The blind, the lame and the diseased figure among the beggars described in the time of Jesus and the apostles. Ophthalmia (a disease of the eyes still common in the Near East) perhaps caused some of the blindness among these men. (Mark 10:46-49; Luke 16:20, 22; 18:35-43; John 9:1-8; Acts 3:2-10) Like beggars today, they often situated themselves along public thoroughfares or near places frequented by crowds, as at the temple. Despite the prominence given to almsgiving, beggars were looked down upon, so that the steward of Jesus’ parable said, “I am ashamed to beg [from Gr., e·pai·teʹo, an intensified form of the verb ai·teʹo, meaning ‘to ask’].”—Luke 16:3.
The Greek word pto·khosʹ, used by Luke (16:20, 22) in recording Jesus’ reference to Lazarus as a beggar, describes one who crouches and cringes and refers not merely to the poor but to the very poor, the destitute, the beggars. It is noteworthy that this same term is used at Matthew 5:3 with regard to those “conscious of their spiritual need [‘those who are beggars for the spirit,’ ftn. 1950 ed.]” (“poor in spirit,” AV), and concerning the use of pto·khosʹ in this text Vincent’s Word Studies in the New Testament comments: “. . . it is very graphic and appropriate here, as denoting the utter spiritual destitution, the consciousness of which precedes the entrance into the kingdom of God, and which cannot be relieved by one’s own efforts, but only by the free mercy of God.”
This same term is also used by Paul at Galatians 4:9 in expressing his concern over those who were “turning back again to the weak and beggarly [pto·khaʹ] elementary things” formerly practiced. Such things were “beggarly” in comparison with the spiritual riches obtainable through Christ Jesus.
Although Jesus and his apostles showed kindness to beggars, they did not encourage begging; though they gratefully accepted hospitality, they did not beg. Jesus told those who followed him merely to obtain bread that their concern should be, not for “the food that perishes, but for the food that remains for life everlasting.” (John 6:26, 27) Peter told a lame beggar at the temple: “Silver and gold I do not possess, but what I do have is what I give you,” using his spiritual gifts to heal the man. (Acts 3:6) Though at times hungry, lacking clothing and homeless, the apostles toiled, ‘working with their own hands, night and day, so as not to be a burden on others.’ (1 Cor. 4:11, 12; 1 Thess. 2:9) The standard among Christians was: “If anyone does not want to work, neither let him eat.”—2 Thess. 3:10-12.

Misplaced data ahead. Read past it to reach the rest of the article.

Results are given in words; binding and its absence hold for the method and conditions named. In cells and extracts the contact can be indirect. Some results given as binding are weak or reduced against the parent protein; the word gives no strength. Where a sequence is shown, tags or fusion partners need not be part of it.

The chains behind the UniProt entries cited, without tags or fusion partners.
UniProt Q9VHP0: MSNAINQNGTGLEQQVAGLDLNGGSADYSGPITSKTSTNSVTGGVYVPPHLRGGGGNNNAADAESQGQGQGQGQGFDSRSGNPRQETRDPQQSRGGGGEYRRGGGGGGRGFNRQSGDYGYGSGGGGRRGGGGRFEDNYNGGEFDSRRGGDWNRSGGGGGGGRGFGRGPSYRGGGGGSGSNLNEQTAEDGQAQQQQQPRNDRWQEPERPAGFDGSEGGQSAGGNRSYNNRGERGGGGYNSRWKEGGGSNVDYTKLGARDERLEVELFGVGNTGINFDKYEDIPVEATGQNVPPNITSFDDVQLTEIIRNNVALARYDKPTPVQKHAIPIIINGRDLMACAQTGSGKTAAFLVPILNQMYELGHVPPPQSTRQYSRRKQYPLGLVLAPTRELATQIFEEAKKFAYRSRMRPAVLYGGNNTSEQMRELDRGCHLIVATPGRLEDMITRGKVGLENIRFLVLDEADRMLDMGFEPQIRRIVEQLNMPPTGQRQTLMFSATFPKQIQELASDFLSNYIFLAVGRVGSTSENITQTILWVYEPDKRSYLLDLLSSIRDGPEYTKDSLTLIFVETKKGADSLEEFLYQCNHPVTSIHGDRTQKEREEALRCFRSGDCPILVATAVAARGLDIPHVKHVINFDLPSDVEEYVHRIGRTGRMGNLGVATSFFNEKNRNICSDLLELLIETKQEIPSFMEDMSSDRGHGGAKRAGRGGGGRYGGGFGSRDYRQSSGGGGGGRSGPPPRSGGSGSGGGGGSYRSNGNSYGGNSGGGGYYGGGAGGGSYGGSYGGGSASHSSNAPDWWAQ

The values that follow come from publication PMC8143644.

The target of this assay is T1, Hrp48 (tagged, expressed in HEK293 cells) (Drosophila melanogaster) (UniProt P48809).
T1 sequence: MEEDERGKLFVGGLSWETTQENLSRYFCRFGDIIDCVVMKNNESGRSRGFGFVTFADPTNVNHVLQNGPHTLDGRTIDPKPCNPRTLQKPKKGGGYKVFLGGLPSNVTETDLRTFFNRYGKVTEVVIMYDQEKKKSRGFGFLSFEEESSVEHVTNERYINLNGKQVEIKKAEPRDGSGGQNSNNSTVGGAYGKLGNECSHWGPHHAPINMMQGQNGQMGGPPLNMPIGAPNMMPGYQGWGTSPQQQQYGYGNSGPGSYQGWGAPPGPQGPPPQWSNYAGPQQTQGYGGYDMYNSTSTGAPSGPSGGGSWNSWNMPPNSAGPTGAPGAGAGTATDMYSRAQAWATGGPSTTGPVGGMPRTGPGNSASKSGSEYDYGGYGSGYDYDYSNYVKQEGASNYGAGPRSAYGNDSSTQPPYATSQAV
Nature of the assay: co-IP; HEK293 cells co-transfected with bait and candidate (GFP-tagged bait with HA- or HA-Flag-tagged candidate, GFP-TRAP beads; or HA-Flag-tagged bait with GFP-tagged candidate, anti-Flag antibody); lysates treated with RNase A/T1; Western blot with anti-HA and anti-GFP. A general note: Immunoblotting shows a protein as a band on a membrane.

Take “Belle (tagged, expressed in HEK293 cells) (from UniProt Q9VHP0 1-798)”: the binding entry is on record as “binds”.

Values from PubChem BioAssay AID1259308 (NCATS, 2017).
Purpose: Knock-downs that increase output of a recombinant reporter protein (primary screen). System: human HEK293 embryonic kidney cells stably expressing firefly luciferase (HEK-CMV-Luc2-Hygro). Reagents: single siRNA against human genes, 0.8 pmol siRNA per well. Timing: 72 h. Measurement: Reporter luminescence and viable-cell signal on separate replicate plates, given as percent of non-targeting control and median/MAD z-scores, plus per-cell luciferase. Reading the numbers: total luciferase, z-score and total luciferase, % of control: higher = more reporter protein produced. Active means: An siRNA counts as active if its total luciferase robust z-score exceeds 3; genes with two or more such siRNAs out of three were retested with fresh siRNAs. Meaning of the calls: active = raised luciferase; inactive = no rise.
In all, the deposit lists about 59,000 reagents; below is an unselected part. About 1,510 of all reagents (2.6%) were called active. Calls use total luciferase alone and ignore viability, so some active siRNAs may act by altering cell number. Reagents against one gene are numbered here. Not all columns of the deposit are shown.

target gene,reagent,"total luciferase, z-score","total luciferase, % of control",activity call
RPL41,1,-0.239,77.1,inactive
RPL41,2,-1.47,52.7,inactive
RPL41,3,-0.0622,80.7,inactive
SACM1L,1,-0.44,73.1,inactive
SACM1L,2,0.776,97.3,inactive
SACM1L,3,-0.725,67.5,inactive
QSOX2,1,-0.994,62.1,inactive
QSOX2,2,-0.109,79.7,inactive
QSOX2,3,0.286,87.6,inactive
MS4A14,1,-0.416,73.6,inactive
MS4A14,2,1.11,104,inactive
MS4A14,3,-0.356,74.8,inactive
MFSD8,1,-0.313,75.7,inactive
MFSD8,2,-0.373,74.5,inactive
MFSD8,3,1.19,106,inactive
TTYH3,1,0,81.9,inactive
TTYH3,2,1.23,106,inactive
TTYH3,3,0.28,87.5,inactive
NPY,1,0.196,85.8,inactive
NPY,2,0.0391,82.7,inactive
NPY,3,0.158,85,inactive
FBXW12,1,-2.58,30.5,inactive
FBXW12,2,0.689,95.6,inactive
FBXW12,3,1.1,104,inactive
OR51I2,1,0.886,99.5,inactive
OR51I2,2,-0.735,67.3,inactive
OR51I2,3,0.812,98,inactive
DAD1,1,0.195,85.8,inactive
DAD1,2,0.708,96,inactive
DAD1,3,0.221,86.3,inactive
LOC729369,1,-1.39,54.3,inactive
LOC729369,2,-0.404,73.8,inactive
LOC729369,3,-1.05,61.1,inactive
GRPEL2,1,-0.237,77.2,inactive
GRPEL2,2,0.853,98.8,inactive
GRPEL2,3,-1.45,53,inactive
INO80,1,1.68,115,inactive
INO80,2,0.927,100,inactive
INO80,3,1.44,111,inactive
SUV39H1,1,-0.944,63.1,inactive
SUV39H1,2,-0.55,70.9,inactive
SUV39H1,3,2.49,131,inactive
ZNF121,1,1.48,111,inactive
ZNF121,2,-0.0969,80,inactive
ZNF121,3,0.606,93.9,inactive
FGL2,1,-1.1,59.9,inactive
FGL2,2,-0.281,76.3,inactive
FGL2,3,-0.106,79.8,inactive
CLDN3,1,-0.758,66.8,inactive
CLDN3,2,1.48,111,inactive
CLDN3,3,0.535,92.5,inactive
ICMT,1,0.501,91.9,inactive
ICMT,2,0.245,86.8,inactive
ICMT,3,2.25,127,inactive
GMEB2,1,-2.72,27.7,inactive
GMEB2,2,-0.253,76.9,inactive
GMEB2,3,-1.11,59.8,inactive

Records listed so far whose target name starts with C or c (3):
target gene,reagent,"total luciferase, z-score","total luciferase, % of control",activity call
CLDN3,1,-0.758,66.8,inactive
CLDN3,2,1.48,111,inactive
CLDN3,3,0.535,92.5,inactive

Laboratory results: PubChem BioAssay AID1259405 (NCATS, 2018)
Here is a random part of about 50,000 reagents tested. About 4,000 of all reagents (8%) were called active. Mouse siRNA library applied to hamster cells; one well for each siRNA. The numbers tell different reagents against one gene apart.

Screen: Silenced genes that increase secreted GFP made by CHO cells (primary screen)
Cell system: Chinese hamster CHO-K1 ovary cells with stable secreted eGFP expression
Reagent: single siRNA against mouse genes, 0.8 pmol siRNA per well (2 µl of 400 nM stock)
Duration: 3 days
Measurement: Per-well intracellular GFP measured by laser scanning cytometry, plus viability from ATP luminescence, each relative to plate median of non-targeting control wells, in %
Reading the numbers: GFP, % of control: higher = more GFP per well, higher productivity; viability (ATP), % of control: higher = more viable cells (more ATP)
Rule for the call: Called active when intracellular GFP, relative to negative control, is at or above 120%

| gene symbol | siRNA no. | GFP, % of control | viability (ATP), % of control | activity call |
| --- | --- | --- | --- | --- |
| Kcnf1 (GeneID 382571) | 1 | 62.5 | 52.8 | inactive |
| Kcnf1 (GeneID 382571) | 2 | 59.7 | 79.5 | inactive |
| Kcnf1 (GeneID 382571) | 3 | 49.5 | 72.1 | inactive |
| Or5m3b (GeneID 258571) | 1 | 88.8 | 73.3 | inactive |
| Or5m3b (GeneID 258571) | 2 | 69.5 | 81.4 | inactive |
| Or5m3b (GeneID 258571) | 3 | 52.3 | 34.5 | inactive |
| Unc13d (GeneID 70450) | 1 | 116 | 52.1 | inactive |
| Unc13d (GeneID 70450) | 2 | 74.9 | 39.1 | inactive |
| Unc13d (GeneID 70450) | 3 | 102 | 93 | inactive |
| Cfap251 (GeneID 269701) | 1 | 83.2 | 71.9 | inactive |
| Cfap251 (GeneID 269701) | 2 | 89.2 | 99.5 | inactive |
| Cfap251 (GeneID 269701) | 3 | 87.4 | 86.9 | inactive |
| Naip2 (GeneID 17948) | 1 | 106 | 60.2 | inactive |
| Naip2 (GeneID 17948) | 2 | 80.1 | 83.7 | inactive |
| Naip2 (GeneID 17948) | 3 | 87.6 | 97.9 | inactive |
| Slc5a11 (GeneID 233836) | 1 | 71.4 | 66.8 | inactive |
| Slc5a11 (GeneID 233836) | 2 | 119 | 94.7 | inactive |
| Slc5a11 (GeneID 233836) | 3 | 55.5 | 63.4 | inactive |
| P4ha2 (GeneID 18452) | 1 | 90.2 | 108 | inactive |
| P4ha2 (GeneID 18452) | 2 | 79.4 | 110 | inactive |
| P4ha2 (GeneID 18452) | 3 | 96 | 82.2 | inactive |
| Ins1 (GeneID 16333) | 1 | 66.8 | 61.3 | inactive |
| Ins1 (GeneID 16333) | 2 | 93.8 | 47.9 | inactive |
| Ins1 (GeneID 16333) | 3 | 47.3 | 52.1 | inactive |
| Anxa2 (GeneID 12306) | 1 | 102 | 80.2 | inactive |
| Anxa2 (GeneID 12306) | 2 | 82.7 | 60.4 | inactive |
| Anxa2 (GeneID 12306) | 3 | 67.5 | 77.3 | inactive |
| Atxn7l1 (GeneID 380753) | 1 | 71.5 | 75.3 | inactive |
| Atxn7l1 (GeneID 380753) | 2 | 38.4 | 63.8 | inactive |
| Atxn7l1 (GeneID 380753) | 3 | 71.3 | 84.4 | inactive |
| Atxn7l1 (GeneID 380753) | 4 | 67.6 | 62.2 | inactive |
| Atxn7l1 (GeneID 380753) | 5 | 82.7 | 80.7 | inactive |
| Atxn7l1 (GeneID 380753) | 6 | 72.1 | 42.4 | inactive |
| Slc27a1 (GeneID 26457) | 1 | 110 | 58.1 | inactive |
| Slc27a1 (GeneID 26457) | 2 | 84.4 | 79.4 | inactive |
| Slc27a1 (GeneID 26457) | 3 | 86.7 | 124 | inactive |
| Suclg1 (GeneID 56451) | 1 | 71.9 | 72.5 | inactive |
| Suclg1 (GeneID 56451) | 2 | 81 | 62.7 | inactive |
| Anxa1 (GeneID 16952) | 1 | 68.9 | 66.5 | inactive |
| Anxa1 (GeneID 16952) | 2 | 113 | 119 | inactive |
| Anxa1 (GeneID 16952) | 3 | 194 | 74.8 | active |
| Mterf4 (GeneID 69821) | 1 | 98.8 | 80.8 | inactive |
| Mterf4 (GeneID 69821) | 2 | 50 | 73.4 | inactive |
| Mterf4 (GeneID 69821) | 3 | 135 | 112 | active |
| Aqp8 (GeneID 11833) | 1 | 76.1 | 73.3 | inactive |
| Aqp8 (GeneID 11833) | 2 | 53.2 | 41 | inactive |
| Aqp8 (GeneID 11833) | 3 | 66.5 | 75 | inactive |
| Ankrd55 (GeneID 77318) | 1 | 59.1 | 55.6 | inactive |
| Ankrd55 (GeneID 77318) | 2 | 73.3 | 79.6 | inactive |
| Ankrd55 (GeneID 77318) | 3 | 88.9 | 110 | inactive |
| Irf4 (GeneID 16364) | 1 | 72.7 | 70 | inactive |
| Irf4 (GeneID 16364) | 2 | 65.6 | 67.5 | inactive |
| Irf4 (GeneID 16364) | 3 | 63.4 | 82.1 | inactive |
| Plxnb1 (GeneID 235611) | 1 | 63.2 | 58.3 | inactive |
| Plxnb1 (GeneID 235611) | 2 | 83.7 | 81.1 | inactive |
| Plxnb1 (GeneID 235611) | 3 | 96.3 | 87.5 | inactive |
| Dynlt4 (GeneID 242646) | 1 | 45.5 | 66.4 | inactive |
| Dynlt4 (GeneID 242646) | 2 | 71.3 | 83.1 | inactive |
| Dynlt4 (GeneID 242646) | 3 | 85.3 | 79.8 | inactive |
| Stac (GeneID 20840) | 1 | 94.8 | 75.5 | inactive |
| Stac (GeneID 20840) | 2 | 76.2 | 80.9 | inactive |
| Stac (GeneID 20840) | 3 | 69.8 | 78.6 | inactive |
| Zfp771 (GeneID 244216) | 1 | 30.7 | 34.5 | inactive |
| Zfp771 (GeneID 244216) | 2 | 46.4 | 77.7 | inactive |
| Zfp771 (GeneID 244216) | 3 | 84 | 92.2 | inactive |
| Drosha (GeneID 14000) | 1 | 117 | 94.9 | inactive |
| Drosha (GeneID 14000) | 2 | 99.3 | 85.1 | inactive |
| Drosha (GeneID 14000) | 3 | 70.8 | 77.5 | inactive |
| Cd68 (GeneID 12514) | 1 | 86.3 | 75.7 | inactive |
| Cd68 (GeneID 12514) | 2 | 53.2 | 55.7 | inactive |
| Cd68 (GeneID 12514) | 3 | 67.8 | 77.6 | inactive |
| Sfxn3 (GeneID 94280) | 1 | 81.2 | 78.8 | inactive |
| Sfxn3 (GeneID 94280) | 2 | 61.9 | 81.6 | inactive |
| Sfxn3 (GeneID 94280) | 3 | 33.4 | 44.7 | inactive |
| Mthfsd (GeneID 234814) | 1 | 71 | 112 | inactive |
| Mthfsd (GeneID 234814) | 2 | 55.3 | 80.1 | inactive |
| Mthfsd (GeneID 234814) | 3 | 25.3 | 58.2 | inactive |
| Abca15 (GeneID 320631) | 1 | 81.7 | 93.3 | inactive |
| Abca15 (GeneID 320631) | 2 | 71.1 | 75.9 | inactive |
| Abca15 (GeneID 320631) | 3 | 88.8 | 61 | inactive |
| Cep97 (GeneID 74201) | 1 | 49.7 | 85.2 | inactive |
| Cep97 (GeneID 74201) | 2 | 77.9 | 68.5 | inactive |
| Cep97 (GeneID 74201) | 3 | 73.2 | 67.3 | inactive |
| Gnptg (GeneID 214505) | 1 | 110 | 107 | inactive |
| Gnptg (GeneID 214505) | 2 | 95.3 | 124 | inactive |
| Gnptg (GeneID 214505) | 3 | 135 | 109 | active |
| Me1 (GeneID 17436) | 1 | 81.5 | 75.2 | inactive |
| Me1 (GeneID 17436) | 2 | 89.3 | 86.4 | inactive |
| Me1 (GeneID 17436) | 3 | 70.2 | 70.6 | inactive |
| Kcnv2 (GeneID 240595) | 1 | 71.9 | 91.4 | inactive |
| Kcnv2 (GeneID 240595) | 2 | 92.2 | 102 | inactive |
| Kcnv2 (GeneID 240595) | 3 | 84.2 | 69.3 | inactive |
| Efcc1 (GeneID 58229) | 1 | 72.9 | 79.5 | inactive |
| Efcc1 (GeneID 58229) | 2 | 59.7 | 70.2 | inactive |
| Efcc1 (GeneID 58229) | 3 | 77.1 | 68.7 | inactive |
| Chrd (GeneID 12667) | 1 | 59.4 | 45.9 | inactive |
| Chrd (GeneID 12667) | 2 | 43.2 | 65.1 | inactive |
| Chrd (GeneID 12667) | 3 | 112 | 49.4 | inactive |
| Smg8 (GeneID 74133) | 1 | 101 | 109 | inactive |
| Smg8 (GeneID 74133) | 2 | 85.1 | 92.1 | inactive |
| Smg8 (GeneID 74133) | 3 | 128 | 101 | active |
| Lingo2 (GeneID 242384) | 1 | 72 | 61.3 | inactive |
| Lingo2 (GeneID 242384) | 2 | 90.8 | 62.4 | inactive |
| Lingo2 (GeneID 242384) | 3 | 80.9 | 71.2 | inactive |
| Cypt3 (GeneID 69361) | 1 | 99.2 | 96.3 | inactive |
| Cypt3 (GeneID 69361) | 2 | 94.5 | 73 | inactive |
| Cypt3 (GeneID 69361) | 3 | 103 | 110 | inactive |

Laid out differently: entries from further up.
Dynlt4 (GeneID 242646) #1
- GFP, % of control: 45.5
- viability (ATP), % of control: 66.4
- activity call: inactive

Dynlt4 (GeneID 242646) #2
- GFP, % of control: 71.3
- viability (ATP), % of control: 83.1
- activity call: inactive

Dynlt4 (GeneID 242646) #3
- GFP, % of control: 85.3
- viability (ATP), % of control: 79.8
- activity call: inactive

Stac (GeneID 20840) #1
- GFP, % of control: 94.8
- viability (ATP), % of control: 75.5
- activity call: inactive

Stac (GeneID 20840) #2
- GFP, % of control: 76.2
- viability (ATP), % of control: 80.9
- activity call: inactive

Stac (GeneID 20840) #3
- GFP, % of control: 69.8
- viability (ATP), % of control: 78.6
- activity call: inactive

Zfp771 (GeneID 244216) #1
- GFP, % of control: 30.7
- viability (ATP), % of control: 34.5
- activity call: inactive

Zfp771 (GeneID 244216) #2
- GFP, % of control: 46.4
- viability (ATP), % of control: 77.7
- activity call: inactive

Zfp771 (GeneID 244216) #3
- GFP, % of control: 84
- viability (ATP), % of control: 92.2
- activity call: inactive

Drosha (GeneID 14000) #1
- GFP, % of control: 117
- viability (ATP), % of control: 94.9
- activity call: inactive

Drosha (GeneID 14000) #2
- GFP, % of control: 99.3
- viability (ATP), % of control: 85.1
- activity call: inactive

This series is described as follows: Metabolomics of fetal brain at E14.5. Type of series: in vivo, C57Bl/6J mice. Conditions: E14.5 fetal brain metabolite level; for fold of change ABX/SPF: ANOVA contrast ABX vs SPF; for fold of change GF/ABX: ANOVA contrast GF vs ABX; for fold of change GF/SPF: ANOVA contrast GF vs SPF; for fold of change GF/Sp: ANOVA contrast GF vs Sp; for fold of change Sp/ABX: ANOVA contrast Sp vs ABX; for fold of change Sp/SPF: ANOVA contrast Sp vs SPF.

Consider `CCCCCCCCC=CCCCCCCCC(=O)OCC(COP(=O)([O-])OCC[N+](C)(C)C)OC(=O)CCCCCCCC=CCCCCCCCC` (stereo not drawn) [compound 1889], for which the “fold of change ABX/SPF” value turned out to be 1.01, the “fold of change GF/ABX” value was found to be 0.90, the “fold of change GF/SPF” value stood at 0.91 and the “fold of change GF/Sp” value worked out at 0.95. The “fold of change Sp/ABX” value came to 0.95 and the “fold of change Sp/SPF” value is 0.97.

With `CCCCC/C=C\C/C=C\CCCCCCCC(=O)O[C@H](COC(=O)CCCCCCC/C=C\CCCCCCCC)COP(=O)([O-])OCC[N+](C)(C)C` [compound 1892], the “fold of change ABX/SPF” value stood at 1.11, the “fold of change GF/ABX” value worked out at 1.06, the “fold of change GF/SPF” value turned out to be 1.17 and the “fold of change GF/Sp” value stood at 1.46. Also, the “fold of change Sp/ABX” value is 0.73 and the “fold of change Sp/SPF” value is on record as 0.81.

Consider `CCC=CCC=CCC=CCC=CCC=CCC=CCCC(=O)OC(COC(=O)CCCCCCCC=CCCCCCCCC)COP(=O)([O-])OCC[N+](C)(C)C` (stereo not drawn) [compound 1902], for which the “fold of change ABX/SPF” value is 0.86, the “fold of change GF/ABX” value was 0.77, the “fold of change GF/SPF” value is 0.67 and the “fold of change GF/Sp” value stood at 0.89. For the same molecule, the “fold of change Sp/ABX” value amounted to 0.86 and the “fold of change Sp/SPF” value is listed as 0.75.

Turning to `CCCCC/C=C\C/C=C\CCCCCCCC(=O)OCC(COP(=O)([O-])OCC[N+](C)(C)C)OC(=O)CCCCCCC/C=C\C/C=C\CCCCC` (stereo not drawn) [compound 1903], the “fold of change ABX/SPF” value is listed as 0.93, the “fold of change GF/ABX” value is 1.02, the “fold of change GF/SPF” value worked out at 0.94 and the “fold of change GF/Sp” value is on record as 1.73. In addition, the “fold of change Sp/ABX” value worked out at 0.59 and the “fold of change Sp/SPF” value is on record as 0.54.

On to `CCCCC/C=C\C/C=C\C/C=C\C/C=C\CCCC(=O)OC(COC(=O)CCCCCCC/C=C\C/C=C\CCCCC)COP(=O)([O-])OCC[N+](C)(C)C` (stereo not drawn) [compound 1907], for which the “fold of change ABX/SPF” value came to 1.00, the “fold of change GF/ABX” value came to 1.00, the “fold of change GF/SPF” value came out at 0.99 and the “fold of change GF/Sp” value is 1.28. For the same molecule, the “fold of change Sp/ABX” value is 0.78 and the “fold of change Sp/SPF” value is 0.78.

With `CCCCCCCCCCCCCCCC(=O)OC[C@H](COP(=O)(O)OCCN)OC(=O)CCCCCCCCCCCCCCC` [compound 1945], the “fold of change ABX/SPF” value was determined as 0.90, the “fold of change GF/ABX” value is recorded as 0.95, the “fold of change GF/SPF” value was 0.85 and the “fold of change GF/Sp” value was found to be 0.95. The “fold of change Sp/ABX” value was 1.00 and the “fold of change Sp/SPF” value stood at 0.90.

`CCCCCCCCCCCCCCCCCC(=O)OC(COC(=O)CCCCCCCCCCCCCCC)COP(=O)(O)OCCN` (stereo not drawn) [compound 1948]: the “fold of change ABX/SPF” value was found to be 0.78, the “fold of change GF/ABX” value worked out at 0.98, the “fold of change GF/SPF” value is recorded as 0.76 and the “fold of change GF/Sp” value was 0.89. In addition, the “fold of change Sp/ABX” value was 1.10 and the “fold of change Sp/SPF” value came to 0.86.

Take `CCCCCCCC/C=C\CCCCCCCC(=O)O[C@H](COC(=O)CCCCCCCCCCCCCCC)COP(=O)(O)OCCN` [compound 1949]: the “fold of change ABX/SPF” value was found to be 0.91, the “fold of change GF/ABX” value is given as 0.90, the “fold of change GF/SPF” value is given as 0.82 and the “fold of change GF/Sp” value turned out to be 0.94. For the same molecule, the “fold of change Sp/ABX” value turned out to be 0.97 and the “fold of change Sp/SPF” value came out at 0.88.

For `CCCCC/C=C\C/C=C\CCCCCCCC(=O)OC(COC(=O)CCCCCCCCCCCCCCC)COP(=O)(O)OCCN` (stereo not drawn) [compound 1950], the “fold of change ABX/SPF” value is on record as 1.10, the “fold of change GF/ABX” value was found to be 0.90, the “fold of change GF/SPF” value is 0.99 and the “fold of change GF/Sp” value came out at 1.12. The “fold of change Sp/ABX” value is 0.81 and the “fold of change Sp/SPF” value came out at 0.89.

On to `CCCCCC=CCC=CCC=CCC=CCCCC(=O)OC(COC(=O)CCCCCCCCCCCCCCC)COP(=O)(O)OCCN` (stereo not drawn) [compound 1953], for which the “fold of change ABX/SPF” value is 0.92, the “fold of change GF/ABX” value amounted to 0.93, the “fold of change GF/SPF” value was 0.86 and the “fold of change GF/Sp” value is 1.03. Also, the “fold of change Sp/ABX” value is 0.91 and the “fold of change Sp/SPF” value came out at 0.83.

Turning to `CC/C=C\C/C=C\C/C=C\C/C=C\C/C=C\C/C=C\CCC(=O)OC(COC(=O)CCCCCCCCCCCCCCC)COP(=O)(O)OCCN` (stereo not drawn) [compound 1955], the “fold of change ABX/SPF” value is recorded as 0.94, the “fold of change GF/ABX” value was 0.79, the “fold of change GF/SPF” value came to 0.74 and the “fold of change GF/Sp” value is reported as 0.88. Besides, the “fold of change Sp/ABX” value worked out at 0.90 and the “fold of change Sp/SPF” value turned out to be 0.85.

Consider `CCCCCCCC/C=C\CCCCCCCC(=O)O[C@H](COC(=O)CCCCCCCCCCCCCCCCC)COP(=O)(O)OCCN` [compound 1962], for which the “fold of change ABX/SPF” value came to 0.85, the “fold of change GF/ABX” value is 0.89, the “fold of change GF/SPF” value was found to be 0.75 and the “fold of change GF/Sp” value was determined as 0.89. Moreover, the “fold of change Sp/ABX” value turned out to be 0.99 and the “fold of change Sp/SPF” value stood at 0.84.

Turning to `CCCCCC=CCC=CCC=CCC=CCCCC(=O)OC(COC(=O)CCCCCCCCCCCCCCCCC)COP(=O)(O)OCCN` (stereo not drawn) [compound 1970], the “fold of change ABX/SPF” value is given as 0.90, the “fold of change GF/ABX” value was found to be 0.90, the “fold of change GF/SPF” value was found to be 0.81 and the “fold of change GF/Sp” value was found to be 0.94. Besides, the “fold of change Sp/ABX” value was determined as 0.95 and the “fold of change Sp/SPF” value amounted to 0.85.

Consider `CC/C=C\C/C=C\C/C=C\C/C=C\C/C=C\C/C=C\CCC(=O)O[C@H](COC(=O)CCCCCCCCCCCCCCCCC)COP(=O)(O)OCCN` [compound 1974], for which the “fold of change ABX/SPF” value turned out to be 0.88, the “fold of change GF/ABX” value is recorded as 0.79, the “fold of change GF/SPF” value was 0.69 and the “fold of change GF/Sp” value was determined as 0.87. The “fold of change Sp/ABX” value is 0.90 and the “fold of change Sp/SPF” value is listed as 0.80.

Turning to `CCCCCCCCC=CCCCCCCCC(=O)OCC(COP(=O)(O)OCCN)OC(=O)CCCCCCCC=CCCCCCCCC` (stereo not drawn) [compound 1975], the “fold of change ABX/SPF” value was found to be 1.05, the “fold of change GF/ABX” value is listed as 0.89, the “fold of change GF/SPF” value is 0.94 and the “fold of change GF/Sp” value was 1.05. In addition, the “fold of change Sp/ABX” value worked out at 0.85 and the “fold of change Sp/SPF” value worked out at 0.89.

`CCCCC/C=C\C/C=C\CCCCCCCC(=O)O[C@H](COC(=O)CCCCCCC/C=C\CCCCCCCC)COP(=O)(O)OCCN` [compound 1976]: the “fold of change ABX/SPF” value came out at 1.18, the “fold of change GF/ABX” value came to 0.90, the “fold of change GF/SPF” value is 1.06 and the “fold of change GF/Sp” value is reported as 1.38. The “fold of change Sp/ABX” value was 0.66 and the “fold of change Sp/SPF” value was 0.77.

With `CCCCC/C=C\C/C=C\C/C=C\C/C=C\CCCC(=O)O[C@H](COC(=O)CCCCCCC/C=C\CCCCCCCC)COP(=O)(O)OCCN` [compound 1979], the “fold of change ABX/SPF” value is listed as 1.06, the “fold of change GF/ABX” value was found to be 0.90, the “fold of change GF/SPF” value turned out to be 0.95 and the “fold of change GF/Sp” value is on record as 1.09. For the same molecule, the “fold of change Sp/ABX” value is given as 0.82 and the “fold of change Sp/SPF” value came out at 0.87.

A mode of capital punishment not prescribed by the Mosaic law. It was one form of execution that existed in most of the nations. In Israel, when a beheading was performed, it was usually after slaying the individual and was generally done to bring the person’s death before public attention as a reproach or as a public notice of judgment or warning.
Pharaoh ‘lifted up the head from off’ his chief baker, evidently beheading him. (Gen. 40:19) David, after felling Goliath with a stone from his sling, took Goliath’s sword and “definitely put him to death” by beheading him before the armies of Israel and the Philistines. This threw great fear into the Philistine army and resulted in a mighty rout. (1 Sam. 17:51, 52) The Philistines cut Saul’s head from his body after his death, then hung his body with that of his sons on the wall of the city of Beth-shan. (1 Sam. 31:9, 12) Rechab and Baanah, wicked men, killed Saul’s son Ish-bosheth, and beheaded him in order to take his head to David, thinking they would gain David’s favor. For this David had them put to death. (2 Sam. 4:5-12) In order to save their city, the people of the city of Abel of Beth-maacah acted on the counsel of a wise